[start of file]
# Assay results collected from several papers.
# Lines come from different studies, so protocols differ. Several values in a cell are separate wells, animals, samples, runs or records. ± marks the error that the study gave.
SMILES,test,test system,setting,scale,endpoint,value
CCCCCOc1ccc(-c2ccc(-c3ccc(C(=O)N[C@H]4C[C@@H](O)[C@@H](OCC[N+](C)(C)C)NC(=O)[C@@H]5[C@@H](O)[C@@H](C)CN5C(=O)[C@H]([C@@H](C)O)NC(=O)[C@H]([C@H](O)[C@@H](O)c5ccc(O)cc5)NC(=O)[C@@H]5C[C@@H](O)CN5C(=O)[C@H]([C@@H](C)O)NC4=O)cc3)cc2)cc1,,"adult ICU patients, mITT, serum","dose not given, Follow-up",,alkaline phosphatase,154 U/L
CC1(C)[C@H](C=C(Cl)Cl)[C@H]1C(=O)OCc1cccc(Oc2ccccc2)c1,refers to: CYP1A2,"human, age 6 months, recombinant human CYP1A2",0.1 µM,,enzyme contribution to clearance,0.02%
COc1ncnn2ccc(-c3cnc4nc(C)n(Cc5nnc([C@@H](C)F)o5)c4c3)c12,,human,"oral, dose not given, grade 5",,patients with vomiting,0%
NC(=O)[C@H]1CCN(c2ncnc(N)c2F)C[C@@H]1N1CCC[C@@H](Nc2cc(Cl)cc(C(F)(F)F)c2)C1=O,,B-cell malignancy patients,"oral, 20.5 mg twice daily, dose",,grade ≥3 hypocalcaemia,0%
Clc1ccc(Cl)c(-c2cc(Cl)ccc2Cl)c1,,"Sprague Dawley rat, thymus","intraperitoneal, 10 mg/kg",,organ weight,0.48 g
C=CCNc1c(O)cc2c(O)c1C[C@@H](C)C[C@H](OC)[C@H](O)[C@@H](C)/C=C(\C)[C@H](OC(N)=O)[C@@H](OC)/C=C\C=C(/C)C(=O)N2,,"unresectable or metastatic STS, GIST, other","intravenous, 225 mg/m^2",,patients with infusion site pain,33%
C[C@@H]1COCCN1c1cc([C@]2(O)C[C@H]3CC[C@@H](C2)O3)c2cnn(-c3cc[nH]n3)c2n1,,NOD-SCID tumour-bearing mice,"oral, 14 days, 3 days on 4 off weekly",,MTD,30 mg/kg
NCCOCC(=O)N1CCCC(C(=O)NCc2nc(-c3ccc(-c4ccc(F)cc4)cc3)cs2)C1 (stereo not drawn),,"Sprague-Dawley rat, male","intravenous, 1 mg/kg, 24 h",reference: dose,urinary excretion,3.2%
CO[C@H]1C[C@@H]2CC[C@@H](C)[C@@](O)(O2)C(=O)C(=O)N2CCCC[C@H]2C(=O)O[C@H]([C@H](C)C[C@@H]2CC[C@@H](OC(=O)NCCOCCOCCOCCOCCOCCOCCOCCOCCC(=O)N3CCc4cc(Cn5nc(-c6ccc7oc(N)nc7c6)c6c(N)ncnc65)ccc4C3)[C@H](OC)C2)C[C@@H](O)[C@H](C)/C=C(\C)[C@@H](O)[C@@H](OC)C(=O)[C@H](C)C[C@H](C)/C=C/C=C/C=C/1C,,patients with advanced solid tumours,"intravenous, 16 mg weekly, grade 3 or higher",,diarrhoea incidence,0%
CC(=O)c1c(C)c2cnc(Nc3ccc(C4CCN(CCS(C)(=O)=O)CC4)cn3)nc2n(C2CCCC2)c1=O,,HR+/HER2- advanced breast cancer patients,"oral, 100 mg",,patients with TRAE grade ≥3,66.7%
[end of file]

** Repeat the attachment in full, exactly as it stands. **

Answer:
# Assay results collected from several papers.
# Lines come from different studies, so protocols differ. Several values in a cell are separate wells, animals, samples, runs or records. ± marks the error that the study gave.
SMILES,test,test system,setting,scale,endpoint,value
CCCCCOc1ccc(-c2ccc(-c3ccc(C(=O)N[C@H]4C[C@@H](O)[C@@H](OCC[N+](C)(C)C)NC(=O)[C@@H]5[C@@H](O)[C@@H](C)CN5C(=O)[C@H]([C@@H](C)O)NC(=O)[C@H]([C@H](O)[C@@H](O)c5ccc(O)cc5)NC(=O)[C@@H]5C[C@@H](O)CN5C(=O)[C@H]([C@@H](C)O)NC4=O)cc3)cc2)cc1,,"adult ICU patients, mITT, serum","dose not given, Follow-up",,alkaline phosphatase,154 U/L
CC1(C)[C@H](C=C(Cl)Cl)[C@H]1C(=O)OCc1cccc(Oc2ccccc2)c1,refers to: CYP1A2,"human, age 6 months, recombinant human CYP1A2",0.1 µM,,enzyme contribution to clearance,0.02%
COc1ncnn2ccc(-c3cnc4nc(C)n(Cc5nnc([C@@H](C)F)o5)c4c3)c12,,human,"oral, dose not given, grade 5",,patients with vomiting,0%
NC(=O)[C@H]1CCN(c2ncnc(N)c2F)C[C@@H]1N1CCC[C@@H](Nc2cc(Cl)cc(C(F)(F)F)c2)C1=O,,B-cell malignancy patients,"oral, 20.5 mg twice daily, dose",,grade ≥3 hypocalcaemia,0%
Clc1ccc(Cl)c(-c2cc(Cl)ccc2Cl)c1,,"Sprague Dawley rat, thymus","intraperitoneal, 10 mg/kg",,organ weight,0.48 g
C=CCNc1c(O)cc2c(O)c1C[C@@H](C)C[C@H](OC)[C@H](O)[C@@H](C)/C=C(\C)[C@H](OC(N)=O)[C@@H](OC)/C=C\C=C(/C)C(=O)N2,,"unresectable or metastatic STS, GIST, other","intravenous, 225 mg/m^2",,patients with infusion site pain,33%
C[C@@H]1COCCN1c1cc([C@]2(O)C[C@H]3CC[C@@H](C2)O3)c2cnn(-c3cc[nH]n3)c2n1,,NOD-SCID tumour-bearing mice,"oral, 14 days, 3 days on 4 off weekly",,MTD,30 mg/kg
NCCOCC(=O)N1CCCC(C(=O)NCc2nc(-c3ccc(-c4ccc(F)cc4)cc3)cs2)C1 (stereo not drawn),,"Sprague-Dawley rat, male","intravenous, 1 mg/kg, 24 h",reference: dose,urinary excretion,3.2%
CO[C@H]1C[C@@H]2CC[C@@H](C)[C@@](O)(O2)C(=O)C(=O)N2CCCC[C@H]2C(=O)O[C@H]([C@H](C)C[C@@H]2CC[C@@H](OC(=O)NCCOCCOCCOCCOCCOCCOCCOCCOCCC(=O)N3CCc4cc(Cn5nc(-c6ccc7oc(N)nc7c6)c6c(N)ncnc65)ccc4C3)[C@H](OC)C2)C[C@@H](O)[C@H](C)/C=C(\C)[C@@H](O)[C@@H](OC)C(=O)[C@H](C)C[C@H](C)/C=C/C=C/C=C/1C,,patients with advanced solid tumours,"intravenous, 16 mg weekly, grade 3 or higher",,diarrhoea incidence,0%
CC(=O)c1c(C)c2cnc(Nc3ccc(C4CCN(CCS(C)(=O)=O)CC4)cn3)nc2n(C2CCCC2)c1=O,,HR+/HER2- advanced breast cancer patients,"oral, 100 mg",,patients with TRAE grade ≥3,66.7%